MOSCOW, Oct. 4 (UPI) -- An 11-year-old boy in Russia has discovered the almost-complete 30,000-year-old carcass of a woolly mammoth, Russian media reported.
Yevgeny Salinder found the 1,100-pound mammoth in the tundra of the Taymyr peninsula in northern Russia, Moscow News said.
Scientists using axes and steam hoses worked for a week to dig it out of the permafrost it's been encased in for centuries.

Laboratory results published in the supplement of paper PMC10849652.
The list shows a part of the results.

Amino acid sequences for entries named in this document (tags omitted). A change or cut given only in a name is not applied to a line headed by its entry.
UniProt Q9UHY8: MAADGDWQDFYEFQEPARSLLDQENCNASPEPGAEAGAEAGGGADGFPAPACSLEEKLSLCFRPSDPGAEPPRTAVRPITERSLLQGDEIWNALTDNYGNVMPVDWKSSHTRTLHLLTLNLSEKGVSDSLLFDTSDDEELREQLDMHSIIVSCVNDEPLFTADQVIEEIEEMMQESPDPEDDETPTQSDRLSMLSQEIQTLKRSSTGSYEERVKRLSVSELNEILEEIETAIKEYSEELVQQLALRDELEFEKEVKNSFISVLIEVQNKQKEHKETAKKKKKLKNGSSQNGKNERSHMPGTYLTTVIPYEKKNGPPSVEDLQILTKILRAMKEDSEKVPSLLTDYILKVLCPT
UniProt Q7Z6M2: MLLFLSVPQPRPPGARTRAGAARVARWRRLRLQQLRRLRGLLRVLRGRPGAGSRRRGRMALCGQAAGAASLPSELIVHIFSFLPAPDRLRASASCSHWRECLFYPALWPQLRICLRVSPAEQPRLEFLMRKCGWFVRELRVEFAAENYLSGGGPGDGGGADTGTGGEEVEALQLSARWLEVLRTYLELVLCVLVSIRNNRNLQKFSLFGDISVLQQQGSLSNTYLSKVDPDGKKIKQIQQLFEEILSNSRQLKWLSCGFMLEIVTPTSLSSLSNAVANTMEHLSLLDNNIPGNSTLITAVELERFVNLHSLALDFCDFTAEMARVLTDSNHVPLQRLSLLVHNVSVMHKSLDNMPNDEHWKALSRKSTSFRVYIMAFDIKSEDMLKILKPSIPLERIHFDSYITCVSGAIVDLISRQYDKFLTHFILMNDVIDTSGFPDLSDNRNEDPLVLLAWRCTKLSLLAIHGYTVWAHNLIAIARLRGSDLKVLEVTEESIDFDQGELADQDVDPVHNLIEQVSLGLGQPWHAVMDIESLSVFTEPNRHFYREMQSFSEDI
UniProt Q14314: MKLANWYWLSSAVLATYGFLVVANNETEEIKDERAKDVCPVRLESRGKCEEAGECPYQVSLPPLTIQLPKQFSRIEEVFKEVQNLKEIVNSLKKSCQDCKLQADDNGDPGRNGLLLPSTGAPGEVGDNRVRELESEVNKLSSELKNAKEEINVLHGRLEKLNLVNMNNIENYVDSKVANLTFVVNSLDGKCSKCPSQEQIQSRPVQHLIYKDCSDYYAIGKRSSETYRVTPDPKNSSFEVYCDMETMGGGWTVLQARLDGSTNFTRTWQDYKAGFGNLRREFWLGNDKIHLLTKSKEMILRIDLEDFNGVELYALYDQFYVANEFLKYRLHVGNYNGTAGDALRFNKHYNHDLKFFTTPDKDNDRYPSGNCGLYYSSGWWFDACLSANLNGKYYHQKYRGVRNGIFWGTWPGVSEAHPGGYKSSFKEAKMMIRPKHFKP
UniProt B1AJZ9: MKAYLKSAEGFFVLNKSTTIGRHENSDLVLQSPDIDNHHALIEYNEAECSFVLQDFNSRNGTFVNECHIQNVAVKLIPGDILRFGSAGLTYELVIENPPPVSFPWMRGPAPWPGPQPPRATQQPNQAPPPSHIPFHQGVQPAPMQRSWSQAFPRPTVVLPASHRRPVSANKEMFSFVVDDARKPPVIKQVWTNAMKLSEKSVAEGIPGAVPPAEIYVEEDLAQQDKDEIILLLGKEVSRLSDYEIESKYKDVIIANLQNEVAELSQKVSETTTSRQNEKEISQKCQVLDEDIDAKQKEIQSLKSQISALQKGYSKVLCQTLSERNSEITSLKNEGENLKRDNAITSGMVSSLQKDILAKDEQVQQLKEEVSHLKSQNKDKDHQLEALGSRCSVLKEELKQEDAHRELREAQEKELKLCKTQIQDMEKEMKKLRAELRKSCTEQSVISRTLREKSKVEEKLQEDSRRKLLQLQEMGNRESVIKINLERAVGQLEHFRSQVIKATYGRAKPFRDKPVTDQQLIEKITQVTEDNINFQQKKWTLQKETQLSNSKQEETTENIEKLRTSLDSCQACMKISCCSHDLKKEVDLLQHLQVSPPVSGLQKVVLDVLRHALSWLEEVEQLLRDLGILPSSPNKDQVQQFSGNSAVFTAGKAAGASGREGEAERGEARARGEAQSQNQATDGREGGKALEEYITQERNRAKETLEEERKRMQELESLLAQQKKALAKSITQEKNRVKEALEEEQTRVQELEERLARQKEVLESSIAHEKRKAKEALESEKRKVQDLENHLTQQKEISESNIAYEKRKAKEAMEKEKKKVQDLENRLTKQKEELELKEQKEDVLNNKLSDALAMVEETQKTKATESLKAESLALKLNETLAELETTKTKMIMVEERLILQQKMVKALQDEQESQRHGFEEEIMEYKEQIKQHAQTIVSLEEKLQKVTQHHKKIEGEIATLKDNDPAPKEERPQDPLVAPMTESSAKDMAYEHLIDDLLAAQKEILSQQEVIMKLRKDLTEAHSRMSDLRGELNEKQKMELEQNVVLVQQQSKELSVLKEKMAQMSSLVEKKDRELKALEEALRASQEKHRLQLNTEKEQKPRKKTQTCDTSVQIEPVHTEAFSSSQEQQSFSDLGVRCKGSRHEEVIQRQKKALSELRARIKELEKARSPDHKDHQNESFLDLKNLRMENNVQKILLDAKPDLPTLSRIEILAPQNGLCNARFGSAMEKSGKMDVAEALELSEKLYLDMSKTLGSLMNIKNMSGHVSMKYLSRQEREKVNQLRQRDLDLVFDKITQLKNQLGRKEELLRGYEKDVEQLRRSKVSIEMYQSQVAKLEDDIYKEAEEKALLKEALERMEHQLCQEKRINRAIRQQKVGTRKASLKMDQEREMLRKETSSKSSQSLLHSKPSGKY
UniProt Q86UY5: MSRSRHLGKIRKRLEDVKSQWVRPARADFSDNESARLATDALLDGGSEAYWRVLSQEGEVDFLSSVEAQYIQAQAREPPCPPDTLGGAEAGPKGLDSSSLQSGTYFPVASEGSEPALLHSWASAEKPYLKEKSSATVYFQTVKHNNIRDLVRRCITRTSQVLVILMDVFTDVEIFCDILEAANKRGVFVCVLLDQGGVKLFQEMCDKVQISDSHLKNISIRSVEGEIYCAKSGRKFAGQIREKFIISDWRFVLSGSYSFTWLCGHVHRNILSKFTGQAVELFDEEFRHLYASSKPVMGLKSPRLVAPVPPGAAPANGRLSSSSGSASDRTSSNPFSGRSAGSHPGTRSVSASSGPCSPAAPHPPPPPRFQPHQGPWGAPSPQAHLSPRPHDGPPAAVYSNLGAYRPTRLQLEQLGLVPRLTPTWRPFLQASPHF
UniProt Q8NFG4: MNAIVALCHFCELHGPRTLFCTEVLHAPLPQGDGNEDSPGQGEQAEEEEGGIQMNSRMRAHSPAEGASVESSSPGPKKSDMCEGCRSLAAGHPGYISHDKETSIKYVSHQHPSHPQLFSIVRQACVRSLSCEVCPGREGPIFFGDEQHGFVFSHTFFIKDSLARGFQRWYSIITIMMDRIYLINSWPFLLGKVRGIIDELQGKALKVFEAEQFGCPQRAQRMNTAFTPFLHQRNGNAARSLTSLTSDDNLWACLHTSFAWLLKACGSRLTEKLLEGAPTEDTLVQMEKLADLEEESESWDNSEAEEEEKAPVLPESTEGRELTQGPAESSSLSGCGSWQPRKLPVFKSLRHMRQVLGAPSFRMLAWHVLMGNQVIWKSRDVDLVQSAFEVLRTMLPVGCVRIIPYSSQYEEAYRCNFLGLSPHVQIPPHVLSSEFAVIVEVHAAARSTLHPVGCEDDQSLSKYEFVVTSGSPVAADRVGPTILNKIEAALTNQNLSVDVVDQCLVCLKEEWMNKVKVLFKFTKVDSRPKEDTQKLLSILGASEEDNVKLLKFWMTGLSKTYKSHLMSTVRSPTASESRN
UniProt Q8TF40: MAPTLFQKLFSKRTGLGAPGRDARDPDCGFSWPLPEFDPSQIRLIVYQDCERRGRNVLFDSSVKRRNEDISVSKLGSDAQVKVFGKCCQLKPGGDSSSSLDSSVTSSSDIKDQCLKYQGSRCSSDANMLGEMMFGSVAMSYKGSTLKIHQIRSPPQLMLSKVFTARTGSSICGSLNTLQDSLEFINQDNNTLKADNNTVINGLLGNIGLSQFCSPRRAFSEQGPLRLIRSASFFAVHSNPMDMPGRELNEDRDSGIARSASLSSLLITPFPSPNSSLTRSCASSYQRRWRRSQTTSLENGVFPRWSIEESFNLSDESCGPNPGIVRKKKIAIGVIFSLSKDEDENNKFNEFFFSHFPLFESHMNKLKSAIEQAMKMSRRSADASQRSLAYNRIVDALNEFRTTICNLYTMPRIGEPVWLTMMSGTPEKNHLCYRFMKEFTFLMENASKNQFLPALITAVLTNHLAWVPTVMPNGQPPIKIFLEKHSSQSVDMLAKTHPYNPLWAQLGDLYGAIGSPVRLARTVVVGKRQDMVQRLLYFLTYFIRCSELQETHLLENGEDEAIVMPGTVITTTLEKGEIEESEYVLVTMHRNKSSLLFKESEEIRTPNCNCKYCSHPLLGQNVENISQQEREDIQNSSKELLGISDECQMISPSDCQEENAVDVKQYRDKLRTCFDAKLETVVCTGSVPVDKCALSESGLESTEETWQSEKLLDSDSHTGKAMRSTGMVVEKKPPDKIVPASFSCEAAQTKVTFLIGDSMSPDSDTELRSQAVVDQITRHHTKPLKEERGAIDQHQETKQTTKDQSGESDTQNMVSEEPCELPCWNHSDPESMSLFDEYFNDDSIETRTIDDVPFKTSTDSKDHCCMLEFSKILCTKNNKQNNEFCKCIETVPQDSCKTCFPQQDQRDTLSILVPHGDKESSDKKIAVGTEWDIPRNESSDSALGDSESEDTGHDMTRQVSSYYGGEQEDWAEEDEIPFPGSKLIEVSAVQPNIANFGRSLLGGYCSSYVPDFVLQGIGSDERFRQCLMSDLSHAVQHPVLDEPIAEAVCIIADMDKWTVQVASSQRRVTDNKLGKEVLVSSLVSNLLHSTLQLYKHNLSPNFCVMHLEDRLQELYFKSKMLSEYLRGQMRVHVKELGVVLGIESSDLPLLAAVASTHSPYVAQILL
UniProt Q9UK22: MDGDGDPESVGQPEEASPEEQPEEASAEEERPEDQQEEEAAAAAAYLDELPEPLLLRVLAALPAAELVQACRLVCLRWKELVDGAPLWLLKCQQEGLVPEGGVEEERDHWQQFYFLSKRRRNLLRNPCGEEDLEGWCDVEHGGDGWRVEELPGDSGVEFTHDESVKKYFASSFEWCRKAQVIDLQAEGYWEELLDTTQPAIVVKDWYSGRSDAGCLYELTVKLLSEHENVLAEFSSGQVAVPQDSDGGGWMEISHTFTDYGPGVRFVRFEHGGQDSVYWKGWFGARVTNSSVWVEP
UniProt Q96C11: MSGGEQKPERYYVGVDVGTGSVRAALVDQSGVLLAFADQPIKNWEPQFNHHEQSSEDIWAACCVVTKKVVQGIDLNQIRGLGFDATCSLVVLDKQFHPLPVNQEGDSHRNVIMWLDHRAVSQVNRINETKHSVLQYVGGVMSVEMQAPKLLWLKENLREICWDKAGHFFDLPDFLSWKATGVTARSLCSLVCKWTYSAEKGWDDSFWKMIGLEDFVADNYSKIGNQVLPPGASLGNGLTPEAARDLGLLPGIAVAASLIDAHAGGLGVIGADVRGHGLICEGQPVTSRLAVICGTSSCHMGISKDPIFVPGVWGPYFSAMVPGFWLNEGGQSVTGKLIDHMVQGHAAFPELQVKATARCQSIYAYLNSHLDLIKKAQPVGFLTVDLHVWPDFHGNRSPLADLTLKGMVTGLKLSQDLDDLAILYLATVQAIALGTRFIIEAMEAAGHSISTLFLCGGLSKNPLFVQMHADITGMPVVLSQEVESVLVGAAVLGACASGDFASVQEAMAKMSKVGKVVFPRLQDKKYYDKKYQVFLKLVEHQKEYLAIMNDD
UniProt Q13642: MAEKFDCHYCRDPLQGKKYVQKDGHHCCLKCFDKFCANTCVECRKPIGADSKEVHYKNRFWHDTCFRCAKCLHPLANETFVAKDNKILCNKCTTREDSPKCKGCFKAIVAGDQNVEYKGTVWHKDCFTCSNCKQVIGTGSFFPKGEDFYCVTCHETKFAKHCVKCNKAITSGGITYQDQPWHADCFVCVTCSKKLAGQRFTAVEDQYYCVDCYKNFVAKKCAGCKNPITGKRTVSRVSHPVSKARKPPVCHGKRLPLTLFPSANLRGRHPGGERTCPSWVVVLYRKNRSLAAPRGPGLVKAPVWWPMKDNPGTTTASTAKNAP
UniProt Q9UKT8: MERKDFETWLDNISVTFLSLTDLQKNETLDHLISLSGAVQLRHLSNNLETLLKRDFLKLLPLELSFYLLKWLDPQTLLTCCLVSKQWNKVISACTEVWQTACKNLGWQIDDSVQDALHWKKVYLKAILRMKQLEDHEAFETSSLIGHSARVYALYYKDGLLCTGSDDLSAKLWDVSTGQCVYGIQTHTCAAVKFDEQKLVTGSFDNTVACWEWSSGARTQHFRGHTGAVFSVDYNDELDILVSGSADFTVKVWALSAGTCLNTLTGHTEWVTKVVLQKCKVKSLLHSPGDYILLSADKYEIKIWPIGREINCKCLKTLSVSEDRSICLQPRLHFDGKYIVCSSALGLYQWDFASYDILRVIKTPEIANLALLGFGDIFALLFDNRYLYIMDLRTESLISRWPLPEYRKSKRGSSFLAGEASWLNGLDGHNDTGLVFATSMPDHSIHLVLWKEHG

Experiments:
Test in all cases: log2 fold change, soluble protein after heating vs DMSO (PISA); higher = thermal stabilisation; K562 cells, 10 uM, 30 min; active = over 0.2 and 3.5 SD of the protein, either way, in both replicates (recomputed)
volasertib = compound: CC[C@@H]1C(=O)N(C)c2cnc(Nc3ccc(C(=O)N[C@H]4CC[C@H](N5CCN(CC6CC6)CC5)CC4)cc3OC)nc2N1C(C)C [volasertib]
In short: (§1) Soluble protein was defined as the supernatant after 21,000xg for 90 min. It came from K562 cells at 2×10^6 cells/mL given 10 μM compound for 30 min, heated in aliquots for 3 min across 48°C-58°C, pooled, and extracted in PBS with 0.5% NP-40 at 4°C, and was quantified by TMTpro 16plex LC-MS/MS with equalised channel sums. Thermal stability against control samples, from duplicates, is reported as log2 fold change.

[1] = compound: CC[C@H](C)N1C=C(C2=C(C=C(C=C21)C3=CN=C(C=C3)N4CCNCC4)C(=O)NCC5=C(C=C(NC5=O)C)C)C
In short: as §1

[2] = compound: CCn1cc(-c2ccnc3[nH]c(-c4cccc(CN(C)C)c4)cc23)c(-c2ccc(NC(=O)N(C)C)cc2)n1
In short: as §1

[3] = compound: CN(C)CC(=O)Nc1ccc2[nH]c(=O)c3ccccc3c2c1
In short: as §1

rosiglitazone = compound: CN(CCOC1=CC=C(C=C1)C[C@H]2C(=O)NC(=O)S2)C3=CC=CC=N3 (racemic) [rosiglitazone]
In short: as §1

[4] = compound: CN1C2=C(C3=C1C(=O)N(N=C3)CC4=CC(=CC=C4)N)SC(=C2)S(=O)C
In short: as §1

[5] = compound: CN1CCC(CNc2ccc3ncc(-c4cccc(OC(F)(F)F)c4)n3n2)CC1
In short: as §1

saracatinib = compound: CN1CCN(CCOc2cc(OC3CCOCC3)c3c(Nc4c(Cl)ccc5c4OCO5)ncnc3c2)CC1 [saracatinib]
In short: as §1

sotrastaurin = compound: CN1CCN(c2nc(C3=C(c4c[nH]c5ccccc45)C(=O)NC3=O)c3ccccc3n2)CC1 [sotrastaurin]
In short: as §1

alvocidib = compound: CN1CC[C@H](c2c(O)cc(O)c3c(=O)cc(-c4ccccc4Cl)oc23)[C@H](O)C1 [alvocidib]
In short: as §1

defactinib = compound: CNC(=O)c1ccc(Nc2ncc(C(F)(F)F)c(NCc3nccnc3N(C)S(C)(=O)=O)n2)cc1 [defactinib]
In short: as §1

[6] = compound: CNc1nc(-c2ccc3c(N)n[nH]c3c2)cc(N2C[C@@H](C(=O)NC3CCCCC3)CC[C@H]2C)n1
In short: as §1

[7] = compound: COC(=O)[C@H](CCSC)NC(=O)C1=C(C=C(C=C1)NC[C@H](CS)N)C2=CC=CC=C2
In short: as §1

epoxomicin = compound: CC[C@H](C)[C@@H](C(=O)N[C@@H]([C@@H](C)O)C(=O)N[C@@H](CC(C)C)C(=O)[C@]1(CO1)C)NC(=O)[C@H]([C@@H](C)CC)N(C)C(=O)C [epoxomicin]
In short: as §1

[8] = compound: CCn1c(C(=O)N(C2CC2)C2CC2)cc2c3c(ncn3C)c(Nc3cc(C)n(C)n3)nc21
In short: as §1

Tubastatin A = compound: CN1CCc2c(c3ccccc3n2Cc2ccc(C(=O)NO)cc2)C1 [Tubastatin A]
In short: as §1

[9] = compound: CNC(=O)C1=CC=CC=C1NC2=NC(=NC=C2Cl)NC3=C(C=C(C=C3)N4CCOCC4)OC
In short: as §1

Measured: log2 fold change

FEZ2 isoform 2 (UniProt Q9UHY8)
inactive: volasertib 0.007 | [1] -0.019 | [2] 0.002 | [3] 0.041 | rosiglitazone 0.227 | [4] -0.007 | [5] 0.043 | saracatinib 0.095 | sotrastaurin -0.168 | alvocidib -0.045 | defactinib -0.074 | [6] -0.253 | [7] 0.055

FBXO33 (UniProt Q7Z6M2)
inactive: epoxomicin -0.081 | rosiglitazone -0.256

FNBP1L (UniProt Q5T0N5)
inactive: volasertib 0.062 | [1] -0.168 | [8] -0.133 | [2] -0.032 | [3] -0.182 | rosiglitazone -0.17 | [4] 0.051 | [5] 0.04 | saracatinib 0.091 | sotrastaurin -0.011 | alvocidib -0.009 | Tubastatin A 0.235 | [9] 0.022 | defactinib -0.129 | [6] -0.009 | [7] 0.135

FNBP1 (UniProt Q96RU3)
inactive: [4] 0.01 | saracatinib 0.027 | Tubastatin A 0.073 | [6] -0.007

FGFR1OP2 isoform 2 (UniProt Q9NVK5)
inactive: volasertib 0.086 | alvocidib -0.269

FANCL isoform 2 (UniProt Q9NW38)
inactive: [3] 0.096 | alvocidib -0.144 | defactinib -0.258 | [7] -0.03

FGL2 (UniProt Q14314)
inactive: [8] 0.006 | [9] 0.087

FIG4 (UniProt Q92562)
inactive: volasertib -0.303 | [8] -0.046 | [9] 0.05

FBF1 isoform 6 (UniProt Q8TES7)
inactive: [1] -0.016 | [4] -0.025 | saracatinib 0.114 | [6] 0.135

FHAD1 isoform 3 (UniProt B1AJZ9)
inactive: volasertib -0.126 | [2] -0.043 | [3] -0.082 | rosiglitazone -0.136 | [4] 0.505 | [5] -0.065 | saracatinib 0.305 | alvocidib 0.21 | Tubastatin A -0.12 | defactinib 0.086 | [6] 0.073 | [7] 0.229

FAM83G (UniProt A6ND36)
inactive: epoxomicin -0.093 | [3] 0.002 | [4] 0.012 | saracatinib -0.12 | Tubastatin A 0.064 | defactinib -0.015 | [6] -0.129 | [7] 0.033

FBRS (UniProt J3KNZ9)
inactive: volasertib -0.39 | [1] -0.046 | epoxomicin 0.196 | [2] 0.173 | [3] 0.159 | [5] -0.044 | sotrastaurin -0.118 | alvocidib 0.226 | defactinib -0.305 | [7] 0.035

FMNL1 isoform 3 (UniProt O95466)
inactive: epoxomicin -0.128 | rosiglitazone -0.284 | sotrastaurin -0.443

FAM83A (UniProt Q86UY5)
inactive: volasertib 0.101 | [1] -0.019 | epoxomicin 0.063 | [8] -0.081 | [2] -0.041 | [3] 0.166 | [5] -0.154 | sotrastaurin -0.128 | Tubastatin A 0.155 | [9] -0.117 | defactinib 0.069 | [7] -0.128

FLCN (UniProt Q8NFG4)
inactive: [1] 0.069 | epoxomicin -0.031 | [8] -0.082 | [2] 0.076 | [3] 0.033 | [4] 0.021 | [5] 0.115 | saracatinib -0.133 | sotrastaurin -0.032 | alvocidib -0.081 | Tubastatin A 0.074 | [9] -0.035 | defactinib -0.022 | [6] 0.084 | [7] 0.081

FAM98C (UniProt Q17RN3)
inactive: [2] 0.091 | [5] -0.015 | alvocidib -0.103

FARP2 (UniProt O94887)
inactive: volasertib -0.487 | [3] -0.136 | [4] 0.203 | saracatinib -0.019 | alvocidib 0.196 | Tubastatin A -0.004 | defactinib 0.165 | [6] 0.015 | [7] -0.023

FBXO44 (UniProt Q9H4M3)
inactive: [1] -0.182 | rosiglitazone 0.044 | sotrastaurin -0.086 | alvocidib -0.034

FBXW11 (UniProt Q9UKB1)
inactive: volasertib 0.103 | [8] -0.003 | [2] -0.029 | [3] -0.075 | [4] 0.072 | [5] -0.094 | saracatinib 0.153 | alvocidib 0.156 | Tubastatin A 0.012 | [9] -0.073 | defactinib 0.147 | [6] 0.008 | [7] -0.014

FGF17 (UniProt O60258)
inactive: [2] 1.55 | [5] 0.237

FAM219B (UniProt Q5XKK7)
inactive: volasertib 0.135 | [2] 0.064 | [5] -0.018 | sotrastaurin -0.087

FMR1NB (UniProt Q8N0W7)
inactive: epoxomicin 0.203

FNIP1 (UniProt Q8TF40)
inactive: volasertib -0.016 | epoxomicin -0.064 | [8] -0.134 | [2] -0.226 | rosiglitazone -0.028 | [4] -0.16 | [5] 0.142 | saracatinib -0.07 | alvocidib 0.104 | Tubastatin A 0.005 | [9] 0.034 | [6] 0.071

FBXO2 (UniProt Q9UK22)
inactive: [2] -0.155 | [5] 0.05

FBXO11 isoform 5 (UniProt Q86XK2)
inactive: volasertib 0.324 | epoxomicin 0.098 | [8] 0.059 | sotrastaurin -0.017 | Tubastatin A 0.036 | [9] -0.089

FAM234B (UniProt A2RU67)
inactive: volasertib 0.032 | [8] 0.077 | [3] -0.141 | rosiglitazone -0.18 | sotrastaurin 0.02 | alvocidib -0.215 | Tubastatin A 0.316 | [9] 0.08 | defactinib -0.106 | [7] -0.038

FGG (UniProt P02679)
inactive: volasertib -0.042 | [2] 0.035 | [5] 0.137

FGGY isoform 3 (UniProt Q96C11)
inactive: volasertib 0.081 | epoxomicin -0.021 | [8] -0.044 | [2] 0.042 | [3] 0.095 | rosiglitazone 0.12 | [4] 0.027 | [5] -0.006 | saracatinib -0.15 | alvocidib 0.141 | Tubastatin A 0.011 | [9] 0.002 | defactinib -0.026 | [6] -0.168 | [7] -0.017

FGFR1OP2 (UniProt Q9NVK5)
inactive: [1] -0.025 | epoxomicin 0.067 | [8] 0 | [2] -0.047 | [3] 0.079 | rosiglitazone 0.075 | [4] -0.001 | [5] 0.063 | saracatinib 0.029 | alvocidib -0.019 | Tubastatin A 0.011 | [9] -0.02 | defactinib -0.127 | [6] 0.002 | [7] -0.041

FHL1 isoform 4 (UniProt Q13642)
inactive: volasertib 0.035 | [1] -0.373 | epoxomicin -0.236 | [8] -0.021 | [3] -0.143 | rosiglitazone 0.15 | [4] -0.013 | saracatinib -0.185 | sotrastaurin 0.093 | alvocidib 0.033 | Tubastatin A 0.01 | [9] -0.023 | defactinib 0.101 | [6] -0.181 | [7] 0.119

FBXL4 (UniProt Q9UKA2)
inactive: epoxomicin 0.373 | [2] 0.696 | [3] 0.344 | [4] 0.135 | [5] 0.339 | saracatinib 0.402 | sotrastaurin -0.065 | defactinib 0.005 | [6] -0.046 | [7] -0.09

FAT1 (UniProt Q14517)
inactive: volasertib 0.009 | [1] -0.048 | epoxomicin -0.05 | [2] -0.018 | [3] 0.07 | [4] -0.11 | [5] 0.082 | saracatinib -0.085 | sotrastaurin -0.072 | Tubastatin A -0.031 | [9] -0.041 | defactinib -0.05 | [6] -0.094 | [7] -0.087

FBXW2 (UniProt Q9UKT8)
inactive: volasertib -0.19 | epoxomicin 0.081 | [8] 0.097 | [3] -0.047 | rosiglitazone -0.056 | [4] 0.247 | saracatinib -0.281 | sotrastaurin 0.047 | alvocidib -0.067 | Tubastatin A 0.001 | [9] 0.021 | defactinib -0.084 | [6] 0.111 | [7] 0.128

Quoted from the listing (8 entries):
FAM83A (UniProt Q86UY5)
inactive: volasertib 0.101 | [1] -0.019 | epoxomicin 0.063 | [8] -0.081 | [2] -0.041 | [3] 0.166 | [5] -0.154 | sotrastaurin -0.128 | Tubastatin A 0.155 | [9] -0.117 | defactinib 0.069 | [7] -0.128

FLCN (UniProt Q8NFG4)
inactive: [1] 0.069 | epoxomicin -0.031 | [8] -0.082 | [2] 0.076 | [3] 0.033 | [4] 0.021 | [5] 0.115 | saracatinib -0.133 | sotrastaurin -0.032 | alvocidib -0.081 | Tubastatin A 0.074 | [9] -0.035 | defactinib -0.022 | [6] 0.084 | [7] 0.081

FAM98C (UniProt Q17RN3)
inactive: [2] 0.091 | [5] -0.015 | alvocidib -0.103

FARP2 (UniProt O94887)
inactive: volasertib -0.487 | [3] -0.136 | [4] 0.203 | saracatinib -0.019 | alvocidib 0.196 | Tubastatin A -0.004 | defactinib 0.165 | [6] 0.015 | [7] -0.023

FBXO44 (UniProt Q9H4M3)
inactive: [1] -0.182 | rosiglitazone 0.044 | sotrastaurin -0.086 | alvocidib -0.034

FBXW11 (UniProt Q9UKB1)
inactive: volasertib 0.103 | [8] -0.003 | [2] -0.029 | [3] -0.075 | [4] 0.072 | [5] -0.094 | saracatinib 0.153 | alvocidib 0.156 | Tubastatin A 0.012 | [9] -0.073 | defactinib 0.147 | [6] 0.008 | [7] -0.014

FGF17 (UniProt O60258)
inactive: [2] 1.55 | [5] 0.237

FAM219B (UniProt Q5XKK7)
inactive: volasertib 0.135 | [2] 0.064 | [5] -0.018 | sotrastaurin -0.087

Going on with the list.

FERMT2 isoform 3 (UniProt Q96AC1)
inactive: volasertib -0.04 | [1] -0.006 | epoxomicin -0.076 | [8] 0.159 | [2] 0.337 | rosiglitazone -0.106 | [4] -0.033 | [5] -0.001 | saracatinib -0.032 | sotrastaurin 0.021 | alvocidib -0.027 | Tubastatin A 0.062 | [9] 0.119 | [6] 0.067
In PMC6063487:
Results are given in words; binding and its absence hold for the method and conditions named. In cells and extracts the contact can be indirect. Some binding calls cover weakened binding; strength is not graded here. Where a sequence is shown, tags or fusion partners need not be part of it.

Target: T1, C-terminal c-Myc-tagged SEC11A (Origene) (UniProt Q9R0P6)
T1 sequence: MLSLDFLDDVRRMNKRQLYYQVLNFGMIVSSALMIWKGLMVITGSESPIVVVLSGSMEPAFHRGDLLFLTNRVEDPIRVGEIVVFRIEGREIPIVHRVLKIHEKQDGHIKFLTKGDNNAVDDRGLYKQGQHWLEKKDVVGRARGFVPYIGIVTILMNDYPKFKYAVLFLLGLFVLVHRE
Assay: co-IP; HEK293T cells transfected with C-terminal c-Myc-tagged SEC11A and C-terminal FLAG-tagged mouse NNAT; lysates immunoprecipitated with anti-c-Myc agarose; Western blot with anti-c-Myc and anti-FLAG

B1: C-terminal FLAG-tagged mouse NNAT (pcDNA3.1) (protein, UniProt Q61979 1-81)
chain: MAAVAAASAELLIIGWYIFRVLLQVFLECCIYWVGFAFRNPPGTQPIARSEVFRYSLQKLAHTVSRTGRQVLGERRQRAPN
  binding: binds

Woolly mammoths have been found in the permafrost in Siberia since at least 1929, but this is one of the best preserved with tusks, mouth and rib cage almost completely intact, NewScientist.com reported.
The mammoth is informally being called Zhenya, Yevgeny's nickname, but is officially the Sopkarga mammoth.
Paleontologists in Moscow and St. Petersburg plan to study the mammoth before it is returned to the Taymyr Natural History Museum for permanent display.